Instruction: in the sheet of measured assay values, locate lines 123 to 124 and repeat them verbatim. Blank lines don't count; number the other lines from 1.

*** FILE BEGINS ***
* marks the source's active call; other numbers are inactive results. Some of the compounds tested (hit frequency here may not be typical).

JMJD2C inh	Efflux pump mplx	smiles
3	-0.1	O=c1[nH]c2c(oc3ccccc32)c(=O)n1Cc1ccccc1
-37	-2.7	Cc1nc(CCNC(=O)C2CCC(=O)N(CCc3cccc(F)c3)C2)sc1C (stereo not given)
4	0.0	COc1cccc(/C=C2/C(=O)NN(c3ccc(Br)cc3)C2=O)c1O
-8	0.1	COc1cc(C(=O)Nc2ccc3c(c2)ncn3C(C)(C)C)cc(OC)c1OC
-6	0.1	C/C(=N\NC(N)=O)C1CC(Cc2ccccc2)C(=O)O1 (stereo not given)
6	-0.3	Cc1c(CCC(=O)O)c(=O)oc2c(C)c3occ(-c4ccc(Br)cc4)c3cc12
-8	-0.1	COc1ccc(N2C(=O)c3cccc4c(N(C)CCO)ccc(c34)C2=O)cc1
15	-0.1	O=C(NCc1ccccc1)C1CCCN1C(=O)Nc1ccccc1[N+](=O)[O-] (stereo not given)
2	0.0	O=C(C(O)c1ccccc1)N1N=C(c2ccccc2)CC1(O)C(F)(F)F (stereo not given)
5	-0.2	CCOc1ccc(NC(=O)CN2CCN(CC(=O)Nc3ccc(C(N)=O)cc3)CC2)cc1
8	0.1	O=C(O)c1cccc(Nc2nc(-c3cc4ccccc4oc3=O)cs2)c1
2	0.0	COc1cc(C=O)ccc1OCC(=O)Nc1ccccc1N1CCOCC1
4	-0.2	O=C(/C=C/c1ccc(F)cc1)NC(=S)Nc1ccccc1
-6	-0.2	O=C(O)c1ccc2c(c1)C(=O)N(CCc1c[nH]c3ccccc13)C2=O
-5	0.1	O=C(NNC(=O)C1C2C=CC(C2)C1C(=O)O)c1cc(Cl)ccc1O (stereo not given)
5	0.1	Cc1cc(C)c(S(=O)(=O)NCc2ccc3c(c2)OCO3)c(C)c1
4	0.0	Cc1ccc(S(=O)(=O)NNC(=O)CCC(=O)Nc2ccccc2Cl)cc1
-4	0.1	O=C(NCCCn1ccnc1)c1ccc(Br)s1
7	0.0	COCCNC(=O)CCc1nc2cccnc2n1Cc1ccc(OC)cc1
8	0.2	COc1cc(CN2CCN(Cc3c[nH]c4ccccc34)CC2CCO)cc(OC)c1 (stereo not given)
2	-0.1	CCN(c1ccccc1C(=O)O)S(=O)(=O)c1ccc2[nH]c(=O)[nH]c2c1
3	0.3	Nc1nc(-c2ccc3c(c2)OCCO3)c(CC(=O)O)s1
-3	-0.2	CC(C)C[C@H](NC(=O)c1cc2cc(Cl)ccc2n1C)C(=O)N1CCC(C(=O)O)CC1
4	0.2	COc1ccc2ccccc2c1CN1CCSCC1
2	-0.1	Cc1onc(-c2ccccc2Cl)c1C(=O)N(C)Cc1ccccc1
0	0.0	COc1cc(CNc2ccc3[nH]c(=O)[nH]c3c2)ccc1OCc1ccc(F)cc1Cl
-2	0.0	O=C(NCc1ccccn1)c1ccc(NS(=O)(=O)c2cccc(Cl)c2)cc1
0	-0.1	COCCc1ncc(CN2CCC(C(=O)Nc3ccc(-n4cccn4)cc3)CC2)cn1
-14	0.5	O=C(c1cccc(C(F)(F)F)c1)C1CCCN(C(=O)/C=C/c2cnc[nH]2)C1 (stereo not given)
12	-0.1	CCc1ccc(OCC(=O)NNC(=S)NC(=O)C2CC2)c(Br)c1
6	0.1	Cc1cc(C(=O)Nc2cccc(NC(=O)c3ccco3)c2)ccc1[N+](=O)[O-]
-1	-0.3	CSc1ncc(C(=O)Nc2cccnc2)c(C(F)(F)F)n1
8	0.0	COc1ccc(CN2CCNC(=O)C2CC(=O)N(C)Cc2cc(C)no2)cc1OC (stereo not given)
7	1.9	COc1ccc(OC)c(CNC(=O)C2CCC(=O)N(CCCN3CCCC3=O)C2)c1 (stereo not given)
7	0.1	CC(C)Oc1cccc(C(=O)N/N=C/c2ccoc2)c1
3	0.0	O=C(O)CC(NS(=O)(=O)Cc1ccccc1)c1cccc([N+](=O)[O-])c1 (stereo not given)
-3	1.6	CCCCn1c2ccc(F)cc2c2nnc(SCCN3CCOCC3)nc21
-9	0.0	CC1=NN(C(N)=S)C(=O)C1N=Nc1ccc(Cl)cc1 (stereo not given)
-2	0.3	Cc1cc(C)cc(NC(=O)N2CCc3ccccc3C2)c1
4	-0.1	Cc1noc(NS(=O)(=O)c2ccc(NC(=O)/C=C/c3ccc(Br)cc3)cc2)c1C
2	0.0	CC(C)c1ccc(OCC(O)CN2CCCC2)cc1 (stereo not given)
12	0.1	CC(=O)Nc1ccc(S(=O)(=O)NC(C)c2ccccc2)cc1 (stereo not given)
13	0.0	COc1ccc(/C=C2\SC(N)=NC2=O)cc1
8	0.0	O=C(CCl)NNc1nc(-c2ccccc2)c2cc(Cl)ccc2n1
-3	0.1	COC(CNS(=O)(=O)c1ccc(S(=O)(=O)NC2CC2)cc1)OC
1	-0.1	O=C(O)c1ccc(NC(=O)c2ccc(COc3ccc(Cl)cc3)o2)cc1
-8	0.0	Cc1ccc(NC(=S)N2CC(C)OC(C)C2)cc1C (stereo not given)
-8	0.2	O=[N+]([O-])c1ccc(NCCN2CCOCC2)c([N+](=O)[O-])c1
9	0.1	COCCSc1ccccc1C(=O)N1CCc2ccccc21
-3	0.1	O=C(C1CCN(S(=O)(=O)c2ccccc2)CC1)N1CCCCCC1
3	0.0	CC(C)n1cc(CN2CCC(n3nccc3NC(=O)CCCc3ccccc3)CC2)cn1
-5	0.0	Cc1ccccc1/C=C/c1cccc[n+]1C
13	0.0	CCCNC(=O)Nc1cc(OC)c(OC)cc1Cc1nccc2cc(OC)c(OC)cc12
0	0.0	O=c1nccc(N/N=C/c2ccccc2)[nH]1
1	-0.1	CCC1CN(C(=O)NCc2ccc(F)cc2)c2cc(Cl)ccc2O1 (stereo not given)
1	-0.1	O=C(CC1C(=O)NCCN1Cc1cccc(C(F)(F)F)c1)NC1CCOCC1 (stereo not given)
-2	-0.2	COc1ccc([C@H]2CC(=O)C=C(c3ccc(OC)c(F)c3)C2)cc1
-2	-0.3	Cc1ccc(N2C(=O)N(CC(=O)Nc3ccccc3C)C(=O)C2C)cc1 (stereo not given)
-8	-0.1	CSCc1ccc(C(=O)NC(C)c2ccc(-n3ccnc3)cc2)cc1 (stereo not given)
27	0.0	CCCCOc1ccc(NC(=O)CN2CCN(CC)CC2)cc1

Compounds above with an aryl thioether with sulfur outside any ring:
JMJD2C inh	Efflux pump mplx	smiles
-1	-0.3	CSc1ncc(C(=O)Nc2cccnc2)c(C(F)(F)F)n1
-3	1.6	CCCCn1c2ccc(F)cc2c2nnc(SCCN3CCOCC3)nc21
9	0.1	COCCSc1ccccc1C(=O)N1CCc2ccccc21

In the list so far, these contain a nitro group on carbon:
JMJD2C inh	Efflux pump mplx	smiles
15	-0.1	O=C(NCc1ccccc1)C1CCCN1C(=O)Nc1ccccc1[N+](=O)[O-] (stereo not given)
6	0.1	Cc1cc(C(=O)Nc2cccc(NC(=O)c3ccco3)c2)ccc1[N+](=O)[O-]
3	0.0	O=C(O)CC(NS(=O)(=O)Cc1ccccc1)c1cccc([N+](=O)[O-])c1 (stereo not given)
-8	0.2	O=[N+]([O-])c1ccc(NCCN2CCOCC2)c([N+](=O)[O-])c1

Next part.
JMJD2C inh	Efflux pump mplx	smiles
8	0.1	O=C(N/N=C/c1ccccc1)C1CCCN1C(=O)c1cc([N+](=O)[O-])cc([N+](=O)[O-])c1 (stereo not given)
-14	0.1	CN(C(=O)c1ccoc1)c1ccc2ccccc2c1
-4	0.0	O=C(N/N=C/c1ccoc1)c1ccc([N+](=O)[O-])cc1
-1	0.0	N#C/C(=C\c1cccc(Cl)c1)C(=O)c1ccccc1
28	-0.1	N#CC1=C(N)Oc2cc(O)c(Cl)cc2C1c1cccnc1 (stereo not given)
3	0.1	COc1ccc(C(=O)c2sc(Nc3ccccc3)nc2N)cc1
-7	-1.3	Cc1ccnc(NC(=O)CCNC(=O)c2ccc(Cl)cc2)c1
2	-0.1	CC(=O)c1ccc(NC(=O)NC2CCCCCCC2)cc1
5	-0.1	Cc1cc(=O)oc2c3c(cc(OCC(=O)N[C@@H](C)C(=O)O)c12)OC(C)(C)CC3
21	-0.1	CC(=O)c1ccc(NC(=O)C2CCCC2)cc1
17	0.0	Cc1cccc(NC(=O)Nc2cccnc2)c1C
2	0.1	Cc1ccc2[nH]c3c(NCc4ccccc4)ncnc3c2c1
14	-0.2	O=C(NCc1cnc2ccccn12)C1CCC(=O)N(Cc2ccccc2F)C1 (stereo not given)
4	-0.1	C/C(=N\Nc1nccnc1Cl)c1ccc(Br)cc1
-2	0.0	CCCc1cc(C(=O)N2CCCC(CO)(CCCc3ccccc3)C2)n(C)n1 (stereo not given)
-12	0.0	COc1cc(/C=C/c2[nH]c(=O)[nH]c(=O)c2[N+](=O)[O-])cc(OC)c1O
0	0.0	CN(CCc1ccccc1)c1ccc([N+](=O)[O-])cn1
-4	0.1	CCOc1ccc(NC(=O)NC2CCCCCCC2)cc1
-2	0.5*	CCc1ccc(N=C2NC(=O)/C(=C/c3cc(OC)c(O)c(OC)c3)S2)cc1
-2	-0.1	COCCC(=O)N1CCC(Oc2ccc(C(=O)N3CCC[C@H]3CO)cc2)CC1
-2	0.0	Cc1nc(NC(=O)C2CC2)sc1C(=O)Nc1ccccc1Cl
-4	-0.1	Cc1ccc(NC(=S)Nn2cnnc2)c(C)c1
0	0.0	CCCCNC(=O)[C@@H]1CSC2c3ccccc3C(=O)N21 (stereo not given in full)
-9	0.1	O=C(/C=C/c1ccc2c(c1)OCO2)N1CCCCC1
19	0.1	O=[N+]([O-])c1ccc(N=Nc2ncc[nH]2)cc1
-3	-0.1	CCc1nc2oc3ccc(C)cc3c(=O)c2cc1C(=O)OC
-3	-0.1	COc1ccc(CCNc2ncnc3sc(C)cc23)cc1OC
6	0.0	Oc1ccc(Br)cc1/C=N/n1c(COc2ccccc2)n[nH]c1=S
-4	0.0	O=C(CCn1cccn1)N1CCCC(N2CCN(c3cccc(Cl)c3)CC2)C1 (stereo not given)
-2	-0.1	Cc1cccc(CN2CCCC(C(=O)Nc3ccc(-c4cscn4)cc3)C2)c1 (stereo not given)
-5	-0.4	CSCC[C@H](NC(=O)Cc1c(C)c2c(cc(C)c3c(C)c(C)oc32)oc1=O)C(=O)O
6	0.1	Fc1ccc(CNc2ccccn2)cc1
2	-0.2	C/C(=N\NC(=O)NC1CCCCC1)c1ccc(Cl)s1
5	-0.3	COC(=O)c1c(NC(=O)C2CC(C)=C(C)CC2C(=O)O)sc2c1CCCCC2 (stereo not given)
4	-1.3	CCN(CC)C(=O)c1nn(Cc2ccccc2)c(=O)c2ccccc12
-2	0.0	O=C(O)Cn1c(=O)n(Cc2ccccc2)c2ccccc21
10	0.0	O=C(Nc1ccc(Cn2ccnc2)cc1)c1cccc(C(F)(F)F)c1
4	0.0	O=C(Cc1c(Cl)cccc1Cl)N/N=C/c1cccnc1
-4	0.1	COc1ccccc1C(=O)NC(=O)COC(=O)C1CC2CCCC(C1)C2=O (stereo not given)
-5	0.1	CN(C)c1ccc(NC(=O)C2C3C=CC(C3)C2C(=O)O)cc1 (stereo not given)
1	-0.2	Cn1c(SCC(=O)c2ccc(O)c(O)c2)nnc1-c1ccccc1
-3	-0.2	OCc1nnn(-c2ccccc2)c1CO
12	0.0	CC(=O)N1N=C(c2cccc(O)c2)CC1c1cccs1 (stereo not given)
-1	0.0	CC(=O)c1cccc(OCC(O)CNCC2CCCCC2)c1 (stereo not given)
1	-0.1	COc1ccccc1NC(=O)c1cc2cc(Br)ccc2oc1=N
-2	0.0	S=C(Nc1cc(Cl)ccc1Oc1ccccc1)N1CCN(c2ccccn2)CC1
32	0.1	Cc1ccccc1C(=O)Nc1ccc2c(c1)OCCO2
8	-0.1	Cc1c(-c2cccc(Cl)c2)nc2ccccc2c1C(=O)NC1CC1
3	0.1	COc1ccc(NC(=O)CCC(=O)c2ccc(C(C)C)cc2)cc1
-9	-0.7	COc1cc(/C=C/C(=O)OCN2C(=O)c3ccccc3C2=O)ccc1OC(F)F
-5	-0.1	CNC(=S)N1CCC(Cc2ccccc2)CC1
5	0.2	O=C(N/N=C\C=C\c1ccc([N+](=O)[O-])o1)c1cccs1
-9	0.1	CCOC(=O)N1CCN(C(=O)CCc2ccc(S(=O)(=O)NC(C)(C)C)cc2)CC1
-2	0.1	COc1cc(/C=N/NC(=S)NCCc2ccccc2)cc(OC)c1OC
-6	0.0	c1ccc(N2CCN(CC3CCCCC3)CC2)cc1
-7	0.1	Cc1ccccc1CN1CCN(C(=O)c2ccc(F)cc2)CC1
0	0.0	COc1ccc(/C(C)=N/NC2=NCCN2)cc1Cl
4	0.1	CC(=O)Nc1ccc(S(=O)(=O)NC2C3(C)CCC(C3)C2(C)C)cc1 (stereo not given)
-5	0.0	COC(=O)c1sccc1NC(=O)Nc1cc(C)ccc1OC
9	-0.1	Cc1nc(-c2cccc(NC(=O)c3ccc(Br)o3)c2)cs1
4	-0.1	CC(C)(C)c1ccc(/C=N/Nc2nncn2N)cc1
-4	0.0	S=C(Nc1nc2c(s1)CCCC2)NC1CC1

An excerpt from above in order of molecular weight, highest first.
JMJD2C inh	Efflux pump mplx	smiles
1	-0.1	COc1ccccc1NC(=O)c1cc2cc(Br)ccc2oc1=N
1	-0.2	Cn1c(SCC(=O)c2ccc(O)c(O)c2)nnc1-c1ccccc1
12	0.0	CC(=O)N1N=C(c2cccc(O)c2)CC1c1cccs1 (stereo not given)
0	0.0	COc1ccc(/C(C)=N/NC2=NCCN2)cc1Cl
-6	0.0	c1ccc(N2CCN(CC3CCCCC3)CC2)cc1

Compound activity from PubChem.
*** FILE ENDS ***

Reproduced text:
8	-0.1	Cc1c(-c2cccc(Cl)c2)nc2ccccc2c1C(=O)NC1CC1
3	0.1	COc1ccc(NC(=O)CCC(=O)c2ccc(C(C)C)cc2)cc1